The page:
Save the attorney for if they try stall and delay tactics. If you go from zero to attorney, they may be resistant to feeling forced or pressured.
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Christopher A. Young
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*Move on and get over it. Home inspectors are not qualified to check every aspect of a home's construction. Some are not qualified period. You would have been better off calling in the different trades to have a look.
If you owe the HVAC company let them fight for their money. If not then call it an educational expense. You will never use them again, you will bad mouth them at every opportunity, and they will never get a recommendation from you. If it will make you feel better write them a letter telling them so. Include the bill from the sump pump guy and ask for reimbursement. Say you want them to pay for mold remediation.
Yes you can find an attorney who will take your money upfront and drag it out for months or years and in the end you still won't have satisfaction.
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John Grabowski wrote:

I was using the guy who had installed the unit and he wasn't charging me for anything at all yet, especially since the first visit he knew was due to his guys not properly finishing the job.

The sump pump guy didn't charge me anything either. So far the only thing I'll be out will be the money it takes to repaint some baseboards and the wall. It could get as ugly as removing drywall and studs though and replacing them before I paint. That's assuming I can fix the mold issue on my own.

I don't think the job warrants paying for an attorney. I guess I'll call the HVAC company and let them know what the problem was and base the rest of my conversation on what they say. I'm expecting to have to chalk it up to the woes of home ownership. The people who have been involved were not of my choosing so it wasn't like I made bad choices. They were all hired by the sellers of the house to do the work.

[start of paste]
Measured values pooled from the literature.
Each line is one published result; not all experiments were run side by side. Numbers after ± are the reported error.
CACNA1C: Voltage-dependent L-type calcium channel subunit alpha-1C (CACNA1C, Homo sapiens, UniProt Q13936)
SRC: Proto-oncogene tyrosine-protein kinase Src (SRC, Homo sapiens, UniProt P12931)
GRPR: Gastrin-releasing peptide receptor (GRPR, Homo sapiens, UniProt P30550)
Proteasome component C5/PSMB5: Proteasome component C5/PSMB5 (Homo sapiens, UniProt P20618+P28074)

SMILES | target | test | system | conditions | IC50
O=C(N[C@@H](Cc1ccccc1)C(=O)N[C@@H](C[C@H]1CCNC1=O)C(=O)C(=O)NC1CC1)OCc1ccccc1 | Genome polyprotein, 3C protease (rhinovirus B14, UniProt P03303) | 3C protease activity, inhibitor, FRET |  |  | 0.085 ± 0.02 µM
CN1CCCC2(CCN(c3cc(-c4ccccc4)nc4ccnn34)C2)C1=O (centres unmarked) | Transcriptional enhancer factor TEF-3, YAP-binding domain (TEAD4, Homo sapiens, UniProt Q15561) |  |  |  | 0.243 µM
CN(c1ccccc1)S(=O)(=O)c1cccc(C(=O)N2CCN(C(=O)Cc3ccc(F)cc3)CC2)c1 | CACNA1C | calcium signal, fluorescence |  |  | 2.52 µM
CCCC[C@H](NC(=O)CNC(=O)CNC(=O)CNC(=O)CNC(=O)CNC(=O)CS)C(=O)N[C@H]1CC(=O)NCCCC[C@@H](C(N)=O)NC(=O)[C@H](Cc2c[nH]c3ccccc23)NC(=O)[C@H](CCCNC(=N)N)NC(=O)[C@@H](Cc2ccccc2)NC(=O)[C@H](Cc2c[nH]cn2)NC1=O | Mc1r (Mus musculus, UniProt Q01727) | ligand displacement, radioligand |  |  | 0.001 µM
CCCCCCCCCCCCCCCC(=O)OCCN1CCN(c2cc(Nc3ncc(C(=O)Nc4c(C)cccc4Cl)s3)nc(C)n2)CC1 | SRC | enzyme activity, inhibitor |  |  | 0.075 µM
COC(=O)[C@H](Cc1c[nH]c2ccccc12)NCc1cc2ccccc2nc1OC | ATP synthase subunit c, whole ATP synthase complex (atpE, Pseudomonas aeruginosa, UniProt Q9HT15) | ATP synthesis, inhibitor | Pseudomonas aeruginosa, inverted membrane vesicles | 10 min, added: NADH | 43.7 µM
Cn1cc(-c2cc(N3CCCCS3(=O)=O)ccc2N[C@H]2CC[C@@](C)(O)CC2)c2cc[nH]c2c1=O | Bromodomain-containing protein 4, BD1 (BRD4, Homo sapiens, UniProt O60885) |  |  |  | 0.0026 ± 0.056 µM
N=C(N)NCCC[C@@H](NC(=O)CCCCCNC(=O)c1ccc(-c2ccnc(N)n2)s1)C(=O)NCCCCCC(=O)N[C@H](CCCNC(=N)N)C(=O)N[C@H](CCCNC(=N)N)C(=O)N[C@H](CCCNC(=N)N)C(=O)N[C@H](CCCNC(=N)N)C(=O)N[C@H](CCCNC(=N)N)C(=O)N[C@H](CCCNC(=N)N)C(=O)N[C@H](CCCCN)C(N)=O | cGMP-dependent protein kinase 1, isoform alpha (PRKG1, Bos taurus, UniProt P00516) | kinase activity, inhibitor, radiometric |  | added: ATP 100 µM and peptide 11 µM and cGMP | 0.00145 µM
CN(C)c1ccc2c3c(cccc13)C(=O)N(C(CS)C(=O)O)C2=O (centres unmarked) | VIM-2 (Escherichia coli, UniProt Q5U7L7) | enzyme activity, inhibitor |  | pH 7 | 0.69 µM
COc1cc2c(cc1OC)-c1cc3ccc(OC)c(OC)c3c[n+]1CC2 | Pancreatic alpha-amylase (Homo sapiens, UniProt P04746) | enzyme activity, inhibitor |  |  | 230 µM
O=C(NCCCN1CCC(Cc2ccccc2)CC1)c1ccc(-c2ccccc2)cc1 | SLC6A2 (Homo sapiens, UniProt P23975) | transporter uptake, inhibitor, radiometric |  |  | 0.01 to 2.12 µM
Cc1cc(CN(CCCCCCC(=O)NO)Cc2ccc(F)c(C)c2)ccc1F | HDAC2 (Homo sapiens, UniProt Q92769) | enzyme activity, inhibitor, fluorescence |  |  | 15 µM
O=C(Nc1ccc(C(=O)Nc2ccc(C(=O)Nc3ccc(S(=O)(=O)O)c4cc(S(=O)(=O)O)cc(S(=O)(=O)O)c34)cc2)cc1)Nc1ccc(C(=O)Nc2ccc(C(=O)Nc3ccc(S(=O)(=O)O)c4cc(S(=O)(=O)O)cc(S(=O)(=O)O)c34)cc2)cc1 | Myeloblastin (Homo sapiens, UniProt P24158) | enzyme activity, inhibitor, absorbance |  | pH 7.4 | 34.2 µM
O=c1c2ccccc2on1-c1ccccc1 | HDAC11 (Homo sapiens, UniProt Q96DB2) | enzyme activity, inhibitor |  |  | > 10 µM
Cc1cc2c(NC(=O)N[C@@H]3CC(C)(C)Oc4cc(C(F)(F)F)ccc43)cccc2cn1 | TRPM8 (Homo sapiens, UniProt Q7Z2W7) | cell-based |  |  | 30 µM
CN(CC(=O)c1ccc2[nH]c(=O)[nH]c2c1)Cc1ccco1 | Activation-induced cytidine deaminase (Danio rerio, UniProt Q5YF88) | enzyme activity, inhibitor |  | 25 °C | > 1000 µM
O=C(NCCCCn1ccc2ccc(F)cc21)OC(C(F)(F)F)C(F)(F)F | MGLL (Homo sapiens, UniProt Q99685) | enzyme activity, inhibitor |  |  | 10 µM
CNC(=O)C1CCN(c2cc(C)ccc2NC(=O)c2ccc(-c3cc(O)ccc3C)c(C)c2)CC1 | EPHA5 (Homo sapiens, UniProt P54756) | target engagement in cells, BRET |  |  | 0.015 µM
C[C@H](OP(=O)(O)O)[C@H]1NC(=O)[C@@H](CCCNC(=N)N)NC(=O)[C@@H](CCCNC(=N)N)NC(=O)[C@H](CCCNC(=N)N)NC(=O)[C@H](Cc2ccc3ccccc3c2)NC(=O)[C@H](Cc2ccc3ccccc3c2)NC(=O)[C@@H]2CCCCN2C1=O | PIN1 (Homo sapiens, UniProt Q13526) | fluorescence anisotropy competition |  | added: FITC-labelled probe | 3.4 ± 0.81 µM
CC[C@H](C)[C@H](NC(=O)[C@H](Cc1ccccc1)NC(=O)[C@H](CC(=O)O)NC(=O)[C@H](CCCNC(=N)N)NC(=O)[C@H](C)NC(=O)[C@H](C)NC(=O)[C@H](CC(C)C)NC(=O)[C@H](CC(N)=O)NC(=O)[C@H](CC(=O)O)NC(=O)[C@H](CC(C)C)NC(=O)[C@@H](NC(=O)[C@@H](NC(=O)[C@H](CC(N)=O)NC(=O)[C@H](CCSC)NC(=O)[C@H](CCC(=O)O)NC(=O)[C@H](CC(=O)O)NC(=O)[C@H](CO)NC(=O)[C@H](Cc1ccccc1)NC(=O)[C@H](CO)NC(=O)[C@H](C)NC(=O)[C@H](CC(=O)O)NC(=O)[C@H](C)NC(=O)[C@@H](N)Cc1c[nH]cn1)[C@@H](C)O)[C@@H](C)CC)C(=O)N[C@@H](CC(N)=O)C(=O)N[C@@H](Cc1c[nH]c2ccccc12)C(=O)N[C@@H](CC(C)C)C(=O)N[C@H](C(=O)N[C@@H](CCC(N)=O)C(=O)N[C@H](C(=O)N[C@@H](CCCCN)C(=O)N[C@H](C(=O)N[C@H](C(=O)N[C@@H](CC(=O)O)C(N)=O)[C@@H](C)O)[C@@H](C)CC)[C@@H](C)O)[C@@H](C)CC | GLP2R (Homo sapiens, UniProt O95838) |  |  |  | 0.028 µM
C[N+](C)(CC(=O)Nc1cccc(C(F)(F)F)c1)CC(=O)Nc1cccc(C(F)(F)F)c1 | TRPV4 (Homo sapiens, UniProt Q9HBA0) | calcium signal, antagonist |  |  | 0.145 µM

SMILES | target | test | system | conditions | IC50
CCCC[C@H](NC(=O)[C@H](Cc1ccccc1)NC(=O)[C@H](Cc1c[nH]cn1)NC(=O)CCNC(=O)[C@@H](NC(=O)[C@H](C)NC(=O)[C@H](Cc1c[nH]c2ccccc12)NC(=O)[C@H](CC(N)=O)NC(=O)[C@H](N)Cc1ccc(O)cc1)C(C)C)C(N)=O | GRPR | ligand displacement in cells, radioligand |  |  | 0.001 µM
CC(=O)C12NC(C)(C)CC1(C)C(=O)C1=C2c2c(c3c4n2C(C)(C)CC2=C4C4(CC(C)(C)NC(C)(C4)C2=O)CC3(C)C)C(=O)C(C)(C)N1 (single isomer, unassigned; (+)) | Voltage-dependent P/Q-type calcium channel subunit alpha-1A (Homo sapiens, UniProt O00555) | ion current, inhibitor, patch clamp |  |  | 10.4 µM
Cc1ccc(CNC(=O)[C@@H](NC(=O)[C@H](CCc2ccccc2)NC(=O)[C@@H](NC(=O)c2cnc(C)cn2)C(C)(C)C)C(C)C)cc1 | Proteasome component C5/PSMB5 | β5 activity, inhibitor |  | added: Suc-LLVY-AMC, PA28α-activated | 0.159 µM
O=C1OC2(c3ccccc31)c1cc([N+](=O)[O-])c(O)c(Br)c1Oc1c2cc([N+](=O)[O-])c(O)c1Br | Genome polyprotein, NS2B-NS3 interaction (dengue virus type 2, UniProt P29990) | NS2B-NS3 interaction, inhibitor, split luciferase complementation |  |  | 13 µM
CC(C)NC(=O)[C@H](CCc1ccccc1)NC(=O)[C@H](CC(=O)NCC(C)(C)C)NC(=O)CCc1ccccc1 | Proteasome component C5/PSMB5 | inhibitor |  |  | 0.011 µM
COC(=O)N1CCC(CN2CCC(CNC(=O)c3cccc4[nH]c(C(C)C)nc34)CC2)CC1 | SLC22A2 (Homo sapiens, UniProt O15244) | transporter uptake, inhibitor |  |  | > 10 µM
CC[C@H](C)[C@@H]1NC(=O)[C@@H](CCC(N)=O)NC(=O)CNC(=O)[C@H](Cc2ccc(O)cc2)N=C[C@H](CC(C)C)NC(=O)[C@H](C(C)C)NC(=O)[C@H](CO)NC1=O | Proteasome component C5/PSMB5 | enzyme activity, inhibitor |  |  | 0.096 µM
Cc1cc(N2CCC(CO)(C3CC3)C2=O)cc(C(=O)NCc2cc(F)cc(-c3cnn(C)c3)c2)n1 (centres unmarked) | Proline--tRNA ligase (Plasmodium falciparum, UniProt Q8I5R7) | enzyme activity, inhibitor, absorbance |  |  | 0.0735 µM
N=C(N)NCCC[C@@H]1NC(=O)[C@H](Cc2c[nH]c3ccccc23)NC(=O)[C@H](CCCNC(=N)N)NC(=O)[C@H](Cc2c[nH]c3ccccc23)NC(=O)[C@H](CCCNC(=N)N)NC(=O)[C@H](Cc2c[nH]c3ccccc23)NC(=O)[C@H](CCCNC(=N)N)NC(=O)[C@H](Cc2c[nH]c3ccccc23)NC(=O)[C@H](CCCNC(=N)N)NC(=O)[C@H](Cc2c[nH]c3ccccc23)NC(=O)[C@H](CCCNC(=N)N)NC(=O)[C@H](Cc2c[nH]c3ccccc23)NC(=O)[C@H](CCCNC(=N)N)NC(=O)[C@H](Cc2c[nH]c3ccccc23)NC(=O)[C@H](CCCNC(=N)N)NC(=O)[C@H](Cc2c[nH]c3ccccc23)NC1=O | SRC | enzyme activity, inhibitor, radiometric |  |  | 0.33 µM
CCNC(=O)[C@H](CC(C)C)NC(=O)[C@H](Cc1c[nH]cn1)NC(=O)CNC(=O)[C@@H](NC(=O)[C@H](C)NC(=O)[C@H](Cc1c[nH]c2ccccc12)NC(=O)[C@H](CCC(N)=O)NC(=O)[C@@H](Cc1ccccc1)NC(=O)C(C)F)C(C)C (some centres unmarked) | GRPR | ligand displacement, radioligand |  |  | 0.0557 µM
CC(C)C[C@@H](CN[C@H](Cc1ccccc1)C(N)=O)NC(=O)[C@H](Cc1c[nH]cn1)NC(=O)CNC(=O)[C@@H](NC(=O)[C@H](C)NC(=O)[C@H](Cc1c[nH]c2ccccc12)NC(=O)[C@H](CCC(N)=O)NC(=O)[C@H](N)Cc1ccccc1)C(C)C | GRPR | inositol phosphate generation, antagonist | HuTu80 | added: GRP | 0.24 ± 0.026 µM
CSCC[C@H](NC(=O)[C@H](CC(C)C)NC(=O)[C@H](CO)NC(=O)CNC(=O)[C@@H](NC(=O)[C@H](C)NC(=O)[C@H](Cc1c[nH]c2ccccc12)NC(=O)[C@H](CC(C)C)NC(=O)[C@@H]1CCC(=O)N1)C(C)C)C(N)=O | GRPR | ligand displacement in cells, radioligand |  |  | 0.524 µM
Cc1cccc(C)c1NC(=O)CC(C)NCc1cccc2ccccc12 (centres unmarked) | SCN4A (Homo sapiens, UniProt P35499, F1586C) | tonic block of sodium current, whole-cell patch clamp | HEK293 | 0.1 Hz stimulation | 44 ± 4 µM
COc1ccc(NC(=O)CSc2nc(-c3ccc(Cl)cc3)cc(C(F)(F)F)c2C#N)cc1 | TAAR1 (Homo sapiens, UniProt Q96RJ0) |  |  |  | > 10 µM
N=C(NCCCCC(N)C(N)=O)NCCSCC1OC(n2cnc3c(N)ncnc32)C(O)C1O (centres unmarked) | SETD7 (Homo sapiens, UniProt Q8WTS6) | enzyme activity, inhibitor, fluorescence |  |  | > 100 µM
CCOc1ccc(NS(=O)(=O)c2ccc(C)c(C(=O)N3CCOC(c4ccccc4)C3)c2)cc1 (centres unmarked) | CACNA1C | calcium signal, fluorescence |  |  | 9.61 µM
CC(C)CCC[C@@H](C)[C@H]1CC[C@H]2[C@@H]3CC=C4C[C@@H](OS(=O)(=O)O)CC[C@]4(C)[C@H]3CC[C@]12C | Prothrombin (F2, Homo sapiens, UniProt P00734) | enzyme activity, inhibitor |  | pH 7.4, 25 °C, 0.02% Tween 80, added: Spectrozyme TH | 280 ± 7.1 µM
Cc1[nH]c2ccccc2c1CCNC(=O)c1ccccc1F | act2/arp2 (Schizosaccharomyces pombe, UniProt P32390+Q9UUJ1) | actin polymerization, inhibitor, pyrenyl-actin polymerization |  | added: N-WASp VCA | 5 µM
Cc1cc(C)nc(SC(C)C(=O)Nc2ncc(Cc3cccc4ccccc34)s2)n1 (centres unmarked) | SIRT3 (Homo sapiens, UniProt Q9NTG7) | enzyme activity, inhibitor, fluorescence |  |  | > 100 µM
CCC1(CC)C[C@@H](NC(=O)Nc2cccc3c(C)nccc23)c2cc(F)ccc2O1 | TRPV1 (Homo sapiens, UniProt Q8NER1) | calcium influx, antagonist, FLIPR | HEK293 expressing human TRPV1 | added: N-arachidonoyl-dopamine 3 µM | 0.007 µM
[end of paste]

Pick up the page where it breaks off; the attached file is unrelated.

As far as the last person's statements regarding testing in the winter, maybe there are limitations to when you can test an AC unit. Either way though the guys didn't finish the job (testing the AC would have only proven that to them) and I wasn't told they would have to come back. I could have been out much more if the circuit board fried from the incorrect routing of the condensate line hadn't been covered under warranty.
thanks for all the input.
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Do you test a new AC in winter? Im no AC pro but I have heard running the outside compressor below a certain temp can damage it, and it may be as high as 60f. If it was installled in winter maybe they meant to come back but forgot, was this mentioned to you? The sump was careless, but what are you out in damage. Not much. Im my town and I bet yours a permit is suposed to be pulled for work like this, which im sure was not. The reality of the benefit of getting permits is not well understood by most. Getting a permit gets you a free inspection of your work by a pro to hopefully catch screw ups like these before you make the final payment. Sure the guy was a hack, but look at it another way, not getting a permit screwed you. Next job, pull a permit yourself and get the job inspected. Put in the contract, "final payment due after it passes inspection." Im just a HO , but most any job I hire out I can find a fault with. Id say its a learning experiance for you.
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I find it amazing the number of people who purchase/own a house and don't know a thing about how it is built nor how it operates and have to hire out every little thing, and then get stung because the contractor screws up and the home owner has no clue that he did screw up.
It has been said that one should take a course before marriage and before having a child, but it appears that many people should take a course before they own a house. Either that or they should stay renting where they can call the super or whatever, everytime something needs to get fixed or worked on.

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EXT wrote:

Interesting concept, we have drivers ed, why not homeowners ed?
TDD
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blah blah blah
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wrote:

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You need Judge Judy. What is the monetary damages? An attorney can get this fixed, but the cure may cost more than the damages. Small claims court is an option.